Early on, Todd Haynes’ mesmerizing new documentary, The Velvet Underground, issues a challenge to that sense of security. Really, it’s Reed’s own challenge, posed by his looking out at us as we look at him, describing the dark comfort of a movie theater — “I am anonymous and have forgotten myself,” he says of this experience — while making it impossible for those watching Haynes’s movie to feel the same. Why open a documentary about the seminal Sixties band with one of our most enduring rock legends spinning a love poem to movies? There’s the historical justification, of course: You cannot tell the story of this band without understanding the avant-garde New York of the 1960s, an era as pivotal for music as it was for cinema, poetry, every realm of art, every available medium and style. That’s not a new idea. But to find a form for it — to dive into the wreck, aiming for something alive and vicarious and emotionally jagged instead of the entombed, museum-like approach he could have taken. That’s what Haynes has accomplished, here. Well, Haynes and the band. They’re all in it together.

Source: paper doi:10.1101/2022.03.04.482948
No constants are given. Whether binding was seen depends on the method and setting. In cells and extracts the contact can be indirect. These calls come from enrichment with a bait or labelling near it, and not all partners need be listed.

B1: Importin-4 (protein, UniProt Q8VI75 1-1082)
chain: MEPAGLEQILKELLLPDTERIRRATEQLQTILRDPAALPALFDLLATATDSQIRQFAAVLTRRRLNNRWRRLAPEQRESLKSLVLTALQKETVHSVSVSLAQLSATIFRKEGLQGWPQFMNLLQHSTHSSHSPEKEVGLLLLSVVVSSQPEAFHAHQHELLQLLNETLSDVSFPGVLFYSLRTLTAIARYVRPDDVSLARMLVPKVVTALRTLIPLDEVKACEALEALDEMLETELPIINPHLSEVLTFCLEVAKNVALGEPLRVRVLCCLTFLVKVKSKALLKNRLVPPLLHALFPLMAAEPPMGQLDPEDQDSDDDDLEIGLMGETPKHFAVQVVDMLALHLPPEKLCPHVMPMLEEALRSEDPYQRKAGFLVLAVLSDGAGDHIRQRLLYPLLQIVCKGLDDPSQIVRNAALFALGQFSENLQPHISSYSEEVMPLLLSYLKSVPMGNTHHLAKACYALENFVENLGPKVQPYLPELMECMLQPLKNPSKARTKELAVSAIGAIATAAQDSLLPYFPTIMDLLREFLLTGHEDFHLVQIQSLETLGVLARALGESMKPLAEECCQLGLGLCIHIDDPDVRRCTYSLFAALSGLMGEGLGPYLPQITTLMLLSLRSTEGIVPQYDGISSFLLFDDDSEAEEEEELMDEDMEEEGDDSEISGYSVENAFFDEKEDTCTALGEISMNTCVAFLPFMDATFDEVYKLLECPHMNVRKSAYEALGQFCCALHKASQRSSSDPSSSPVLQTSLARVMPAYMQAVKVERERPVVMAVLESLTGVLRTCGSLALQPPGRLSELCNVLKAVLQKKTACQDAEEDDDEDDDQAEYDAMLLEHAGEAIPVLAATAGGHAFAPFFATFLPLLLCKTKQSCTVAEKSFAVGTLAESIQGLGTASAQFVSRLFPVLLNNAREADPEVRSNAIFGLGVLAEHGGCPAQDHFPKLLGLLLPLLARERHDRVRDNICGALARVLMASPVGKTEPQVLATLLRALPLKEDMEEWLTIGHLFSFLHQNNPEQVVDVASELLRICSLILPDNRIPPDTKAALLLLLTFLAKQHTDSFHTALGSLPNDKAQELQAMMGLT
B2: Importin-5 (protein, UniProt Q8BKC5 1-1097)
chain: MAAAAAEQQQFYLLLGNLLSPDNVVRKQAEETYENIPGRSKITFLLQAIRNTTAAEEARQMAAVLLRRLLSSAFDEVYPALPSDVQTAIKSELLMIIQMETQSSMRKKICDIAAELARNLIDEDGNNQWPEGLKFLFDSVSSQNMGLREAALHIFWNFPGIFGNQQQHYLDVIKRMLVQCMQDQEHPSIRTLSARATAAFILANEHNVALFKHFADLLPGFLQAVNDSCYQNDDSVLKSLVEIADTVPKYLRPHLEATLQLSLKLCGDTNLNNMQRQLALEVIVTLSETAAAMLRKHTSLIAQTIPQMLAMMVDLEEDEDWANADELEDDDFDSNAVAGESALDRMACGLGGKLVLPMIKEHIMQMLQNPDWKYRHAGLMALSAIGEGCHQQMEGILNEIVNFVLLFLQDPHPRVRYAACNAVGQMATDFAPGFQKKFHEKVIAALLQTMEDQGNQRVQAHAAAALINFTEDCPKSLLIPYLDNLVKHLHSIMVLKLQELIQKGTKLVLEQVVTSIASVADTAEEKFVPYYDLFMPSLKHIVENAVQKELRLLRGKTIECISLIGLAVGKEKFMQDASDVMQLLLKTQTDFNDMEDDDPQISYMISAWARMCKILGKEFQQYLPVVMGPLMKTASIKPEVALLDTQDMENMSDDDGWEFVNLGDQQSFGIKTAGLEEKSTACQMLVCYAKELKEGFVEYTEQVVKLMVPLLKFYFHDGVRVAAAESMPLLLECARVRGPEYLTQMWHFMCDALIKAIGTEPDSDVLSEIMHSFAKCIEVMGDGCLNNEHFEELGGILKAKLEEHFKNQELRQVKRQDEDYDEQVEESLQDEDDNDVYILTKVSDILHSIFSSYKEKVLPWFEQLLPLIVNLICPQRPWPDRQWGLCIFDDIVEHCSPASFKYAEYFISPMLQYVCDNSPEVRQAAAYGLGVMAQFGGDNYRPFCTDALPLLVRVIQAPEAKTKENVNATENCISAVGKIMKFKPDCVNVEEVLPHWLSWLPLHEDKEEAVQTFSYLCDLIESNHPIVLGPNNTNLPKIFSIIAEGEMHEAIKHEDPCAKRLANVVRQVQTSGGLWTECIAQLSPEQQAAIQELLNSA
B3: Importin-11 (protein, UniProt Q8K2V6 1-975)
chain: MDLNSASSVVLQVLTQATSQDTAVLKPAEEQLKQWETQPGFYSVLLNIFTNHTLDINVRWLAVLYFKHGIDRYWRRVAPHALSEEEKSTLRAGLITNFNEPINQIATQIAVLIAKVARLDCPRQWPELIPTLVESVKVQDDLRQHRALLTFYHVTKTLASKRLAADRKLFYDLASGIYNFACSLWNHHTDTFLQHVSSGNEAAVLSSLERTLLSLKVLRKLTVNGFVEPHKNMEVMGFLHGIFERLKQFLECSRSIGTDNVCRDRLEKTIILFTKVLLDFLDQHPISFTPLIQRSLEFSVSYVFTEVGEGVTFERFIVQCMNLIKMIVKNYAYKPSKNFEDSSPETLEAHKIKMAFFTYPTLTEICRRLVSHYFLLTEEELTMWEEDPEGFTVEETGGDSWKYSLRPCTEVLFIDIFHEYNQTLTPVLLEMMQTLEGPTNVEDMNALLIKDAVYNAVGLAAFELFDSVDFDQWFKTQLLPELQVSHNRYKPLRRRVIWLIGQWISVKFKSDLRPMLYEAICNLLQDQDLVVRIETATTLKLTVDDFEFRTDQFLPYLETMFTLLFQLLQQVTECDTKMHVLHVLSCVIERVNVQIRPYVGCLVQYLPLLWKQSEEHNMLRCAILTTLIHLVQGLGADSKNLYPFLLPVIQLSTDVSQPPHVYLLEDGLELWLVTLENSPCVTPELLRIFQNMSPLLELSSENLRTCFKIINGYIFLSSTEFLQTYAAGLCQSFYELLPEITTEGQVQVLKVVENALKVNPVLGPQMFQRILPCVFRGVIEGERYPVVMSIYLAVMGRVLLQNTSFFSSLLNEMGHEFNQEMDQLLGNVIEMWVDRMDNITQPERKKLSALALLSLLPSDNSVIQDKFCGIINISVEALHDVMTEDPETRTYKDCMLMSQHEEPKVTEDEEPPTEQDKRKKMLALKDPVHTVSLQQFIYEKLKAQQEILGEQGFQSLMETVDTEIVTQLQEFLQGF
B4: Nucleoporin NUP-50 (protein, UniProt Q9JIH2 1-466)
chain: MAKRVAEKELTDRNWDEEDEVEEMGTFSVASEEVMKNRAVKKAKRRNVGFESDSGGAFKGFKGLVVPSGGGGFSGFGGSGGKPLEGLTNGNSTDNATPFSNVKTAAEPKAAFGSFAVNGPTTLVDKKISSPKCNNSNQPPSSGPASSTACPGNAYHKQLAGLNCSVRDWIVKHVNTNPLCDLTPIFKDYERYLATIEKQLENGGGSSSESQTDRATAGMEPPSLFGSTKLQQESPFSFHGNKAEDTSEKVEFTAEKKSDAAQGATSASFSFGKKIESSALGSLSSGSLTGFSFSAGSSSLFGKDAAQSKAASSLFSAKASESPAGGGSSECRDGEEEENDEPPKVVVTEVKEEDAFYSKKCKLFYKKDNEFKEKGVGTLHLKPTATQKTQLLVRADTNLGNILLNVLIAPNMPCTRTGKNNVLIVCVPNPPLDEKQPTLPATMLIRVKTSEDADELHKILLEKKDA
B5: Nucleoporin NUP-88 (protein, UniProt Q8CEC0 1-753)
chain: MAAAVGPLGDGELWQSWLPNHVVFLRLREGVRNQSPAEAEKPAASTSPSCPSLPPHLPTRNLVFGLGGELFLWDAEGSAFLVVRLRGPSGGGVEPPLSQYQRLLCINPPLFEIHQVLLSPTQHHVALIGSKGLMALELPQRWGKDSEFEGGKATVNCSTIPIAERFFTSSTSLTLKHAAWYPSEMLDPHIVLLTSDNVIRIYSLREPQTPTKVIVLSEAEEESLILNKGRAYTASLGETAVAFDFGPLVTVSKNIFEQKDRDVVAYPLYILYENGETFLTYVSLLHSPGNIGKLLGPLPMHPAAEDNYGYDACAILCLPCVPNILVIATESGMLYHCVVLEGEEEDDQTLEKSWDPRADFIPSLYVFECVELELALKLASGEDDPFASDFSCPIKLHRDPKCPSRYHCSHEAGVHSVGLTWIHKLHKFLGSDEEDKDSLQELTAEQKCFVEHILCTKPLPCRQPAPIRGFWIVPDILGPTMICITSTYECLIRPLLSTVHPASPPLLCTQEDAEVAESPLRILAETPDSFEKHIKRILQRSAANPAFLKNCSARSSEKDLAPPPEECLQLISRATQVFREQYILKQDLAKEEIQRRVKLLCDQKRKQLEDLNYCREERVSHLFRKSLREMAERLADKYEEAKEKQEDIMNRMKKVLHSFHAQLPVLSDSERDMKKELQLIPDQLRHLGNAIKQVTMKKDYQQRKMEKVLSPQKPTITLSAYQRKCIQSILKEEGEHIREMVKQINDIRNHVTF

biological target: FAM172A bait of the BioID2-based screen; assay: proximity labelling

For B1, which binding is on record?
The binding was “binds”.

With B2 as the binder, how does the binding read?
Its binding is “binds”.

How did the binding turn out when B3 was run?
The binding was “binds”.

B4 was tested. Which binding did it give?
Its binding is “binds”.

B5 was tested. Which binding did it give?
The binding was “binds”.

Which may be the other reason the documentary proceeds as it does. It is clear from the start that this whirlwind tour of the short-lived but immeasurably influential life of this band will by-and-large be told using the visual syntax of the band’s peers. The Stan Brakhages and Kenneth Angers and Shirley Clarkes and, of course, Warhols of the moment; the experimenters making an elastic, volatile toy of the medium in the way that the Velvet Underground’s music toyed with (and upset) the conventions of rock & roll that the band chewed through in its short career. The movie is not averse to the straightforward use of talking heads or archival audio to tell a straight-ish story where it counts. But Haynes has fashioned this movie into a virtual classroom in which we will all dutifully jot down notes on John Cage and Allan Ginsberg. Better to give us the Velvet Underground themselves narrating their pains and obsessions, for us to sit back, sponge-like, and be as overwhelmed by what, in Haynes’s hands, suddenly feels radical, again.